Thea Digiammerino

Organ Donor's Family Hopes Others Will ‘Donate Life'

There are 118,000 people waiting for life-saving organ transplants across the country

After 23 years with the Vernon Police Department, Steven Chipman retired and opened his own private investigation company. But earlier this year, at the age of 50, everything changed when he suffered a cardiac event at home and a brain injury.

"Realizing the brain injury was not going to get better we had to transition to the idea of organ donation," said Chipman's wife, Kate Rooney. "He was the best husband and the best father in the world."

More than seven months later, Rooney and her two boys stood next to Lydia. Lydia is one of the many people Rooney's husband helped with his organ donation.

Lydia was just 19 when she went on dialysis. For the last 42 years that was her life until Chipman gave her another.

"She doesn't have to go to dialysis anymore, and that is a grueling, grueling process to be on dialysis. She says she can travel now. She's not stuck at home," Rooney said.

To celebrate and honor Chipman and his gift, Wednesday evening his two sons, 11-year-old Jake and 13-year-old Hunter, raised a “Donate Life” flag outside Saint Francis Hospital. Everyone there hopes their example will lead others to register to be a donor.

"One donor can help the lives of more than 75 people because of the tissues and other things like corneas that can be donated in addition to organs," said Dr. David Shapiro, vice chair of Surgery at Saint Francis Hospital.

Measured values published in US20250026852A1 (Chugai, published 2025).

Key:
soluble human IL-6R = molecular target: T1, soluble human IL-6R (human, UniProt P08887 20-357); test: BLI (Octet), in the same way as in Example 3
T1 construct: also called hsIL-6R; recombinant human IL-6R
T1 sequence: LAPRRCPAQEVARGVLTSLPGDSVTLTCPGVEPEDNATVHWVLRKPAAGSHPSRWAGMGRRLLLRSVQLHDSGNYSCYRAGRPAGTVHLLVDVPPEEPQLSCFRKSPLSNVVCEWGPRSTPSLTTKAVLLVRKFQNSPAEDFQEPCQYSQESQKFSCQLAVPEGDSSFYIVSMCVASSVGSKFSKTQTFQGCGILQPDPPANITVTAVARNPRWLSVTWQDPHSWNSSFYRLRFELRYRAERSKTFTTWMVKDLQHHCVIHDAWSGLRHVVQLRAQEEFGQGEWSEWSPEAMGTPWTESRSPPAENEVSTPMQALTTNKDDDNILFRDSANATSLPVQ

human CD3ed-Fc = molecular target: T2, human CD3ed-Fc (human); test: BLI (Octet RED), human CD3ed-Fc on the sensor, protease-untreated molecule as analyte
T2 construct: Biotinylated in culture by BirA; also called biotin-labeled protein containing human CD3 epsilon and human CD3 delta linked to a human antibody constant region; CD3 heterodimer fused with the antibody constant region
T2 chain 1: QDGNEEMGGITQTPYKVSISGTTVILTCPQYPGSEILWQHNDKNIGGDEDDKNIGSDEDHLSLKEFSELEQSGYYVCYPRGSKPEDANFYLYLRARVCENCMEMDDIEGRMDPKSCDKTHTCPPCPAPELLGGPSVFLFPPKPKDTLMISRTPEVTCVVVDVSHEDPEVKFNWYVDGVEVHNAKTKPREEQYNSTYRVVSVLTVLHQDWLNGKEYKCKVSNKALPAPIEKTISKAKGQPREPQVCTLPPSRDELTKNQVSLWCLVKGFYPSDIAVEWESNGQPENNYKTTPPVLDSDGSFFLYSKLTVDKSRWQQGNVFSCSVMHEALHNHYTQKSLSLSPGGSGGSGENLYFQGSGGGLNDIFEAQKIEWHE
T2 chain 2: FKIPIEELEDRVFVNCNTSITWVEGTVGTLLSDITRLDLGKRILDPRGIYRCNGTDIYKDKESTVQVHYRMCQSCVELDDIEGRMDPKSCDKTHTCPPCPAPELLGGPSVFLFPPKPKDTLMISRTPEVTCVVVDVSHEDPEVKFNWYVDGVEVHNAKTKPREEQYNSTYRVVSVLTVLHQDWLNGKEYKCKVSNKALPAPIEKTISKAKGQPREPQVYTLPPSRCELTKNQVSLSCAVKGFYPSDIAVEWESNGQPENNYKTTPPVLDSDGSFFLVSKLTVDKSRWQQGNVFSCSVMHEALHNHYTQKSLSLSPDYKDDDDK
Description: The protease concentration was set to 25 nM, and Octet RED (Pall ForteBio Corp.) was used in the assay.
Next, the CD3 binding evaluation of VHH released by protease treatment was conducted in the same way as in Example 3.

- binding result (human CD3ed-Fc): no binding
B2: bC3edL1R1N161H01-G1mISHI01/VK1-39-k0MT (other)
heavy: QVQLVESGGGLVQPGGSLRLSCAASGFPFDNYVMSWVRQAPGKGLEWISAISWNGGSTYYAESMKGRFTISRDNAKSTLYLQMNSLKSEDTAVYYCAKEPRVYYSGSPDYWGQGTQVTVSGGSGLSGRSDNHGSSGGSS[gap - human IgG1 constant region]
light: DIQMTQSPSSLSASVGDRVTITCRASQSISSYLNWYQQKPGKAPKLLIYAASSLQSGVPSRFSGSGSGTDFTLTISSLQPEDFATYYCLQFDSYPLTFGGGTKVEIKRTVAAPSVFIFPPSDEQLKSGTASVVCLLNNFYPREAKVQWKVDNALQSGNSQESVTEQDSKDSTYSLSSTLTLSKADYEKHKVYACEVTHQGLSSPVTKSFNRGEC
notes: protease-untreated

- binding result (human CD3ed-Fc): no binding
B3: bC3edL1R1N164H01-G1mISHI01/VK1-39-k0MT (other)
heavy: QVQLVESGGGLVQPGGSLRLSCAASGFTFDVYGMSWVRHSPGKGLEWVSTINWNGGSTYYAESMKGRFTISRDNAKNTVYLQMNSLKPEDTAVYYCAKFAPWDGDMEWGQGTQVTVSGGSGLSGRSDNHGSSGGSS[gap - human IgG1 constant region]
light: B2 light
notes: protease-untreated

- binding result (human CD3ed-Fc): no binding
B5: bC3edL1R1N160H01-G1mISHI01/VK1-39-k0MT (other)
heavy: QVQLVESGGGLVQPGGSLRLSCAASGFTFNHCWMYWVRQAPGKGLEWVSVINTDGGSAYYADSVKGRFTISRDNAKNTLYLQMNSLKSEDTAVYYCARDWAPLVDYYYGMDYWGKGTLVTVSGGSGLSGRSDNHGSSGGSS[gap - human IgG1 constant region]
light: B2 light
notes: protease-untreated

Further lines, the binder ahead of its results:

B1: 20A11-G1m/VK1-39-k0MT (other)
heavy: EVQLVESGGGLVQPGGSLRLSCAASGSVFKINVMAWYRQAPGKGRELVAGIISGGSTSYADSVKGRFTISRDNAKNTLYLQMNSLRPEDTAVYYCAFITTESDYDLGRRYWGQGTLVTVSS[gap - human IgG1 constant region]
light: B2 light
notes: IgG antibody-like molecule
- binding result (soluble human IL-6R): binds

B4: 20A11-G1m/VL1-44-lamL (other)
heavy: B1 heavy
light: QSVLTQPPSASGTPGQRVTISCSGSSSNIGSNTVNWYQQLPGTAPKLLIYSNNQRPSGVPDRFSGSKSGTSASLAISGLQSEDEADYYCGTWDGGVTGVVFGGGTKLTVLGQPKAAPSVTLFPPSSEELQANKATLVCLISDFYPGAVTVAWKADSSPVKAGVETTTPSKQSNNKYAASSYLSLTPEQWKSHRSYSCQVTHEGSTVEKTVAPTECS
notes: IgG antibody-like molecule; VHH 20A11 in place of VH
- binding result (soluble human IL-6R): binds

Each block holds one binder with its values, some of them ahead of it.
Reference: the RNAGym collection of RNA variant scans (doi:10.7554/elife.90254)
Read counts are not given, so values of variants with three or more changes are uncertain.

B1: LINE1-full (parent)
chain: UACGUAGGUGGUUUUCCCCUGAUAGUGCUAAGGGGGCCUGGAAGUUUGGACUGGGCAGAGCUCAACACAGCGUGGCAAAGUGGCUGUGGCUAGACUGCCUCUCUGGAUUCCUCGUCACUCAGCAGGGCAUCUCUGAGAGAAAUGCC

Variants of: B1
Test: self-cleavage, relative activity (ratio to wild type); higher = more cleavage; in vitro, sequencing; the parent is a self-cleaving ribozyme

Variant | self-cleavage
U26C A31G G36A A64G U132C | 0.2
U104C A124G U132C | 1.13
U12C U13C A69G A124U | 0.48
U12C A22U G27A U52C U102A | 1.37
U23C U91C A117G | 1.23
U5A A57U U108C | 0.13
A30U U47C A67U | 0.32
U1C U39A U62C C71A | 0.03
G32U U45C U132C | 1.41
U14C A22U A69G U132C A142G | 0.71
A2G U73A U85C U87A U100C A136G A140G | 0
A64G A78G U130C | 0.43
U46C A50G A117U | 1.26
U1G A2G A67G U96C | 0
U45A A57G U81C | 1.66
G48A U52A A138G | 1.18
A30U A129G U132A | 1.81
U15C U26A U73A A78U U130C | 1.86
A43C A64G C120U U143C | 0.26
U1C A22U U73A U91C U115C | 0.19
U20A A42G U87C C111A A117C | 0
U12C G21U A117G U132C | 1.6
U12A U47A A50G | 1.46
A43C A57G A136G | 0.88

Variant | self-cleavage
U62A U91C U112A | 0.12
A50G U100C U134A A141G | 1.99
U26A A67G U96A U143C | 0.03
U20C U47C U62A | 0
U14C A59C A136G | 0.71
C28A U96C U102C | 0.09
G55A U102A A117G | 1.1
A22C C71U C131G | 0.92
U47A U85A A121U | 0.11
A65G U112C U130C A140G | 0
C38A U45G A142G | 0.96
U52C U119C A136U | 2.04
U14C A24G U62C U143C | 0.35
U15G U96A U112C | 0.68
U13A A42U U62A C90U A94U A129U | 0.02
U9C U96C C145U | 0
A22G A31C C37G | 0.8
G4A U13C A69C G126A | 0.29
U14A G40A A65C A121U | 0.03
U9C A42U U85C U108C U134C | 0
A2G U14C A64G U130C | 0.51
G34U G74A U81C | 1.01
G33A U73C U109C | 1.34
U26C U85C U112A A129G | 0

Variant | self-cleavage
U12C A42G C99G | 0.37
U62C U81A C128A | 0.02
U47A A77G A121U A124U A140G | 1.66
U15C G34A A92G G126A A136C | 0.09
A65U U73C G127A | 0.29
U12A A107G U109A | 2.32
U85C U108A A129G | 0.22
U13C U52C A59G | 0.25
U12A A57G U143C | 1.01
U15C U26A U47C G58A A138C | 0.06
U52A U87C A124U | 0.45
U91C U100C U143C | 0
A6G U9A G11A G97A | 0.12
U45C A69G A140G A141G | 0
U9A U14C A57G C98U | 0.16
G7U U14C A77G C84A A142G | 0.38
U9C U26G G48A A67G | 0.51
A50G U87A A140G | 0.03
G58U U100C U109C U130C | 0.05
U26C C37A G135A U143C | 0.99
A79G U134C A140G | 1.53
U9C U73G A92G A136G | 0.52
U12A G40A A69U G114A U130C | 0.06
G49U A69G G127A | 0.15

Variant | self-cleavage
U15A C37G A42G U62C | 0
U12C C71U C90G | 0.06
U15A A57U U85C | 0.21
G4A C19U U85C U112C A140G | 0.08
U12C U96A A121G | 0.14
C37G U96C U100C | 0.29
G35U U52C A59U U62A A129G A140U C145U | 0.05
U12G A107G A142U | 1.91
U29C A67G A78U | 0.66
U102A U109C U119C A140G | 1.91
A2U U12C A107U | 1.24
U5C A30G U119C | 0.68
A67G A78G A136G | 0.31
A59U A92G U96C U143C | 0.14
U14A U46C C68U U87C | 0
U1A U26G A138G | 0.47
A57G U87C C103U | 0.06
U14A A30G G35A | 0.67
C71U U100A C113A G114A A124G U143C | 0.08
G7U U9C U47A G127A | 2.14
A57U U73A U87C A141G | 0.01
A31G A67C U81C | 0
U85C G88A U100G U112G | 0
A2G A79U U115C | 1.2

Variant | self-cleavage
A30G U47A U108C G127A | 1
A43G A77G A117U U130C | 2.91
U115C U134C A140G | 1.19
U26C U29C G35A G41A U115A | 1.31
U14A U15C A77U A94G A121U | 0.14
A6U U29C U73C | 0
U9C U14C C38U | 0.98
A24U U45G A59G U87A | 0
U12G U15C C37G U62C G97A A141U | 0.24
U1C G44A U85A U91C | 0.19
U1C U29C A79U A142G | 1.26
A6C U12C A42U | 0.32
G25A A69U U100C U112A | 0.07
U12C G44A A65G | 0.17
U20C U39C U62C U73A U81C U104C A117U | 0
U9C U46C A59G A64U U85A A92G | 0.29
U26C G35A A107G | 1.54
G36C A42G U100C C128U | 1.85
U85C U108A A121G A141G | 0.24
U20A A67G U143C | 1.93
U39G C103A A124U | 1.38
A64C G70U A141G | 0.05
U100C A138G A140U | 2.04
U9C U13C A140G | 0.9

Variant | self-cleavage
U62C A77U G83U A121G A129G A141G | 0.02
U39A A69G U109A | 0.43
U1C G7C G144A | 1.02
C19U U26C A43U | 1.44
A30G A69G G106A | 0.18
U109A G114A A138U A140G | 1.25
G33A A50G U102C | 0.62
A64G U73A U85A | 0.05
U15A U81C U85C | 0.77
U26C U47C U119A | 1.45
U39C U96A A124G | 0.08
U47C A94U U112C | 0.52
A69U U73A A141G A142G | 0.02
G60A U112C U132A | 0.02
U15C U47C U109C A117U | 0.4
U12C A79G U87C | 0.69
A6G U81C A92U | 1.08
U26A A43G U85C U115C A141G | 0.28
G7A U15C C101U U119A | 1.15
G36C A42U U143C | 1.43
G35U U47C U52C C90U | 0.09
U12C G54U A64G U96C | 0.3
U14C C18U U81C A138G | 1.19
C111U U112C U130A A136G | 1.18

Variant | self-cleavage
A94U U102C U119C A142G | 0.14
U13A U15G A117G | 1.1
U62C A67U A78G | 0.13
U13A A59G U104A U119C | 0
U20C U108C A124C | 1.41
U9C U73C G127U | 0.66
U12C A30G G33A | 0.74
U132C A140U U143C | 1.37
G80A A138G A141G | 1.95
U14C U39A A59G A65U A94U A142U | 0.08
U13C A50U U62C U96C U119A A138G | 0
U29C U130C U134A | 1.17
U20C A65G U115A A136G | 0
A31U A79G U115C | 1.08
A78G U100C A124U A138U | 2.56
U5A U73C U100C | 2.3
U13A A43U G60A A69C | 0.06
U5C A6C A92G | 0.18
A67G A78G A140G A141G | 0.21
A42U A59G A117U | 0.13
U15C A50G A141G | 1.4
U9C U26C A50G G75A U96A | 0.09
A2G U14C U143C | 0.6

"A lot of people are organ donors, but you never believe that day is going to come and being the person to make that ultimate decision for them," said Rooney. "We had discussed it in the past, and it's not an easy process. But knowing what the outcome could be really helped guide us."

Rooney says Saint Francis Hospital made a difficult decision as easy as it possibly could be.

There are 118,000 people waiting for life-saving organ transplants across the country, according to Donate Life America.

Lydia no longer has to wait. The former police officer and father of two worked to save lives on the job and long after.

"There's nothing we could do to change this outcome. It does give a little peace that somebody's life was able to be enhanced," said Rooney.

For those interested in becoming a donor, you can register at

Shapiro says in addition to that, it's important to have the discussion about organ donation and what your wishes are with your family.

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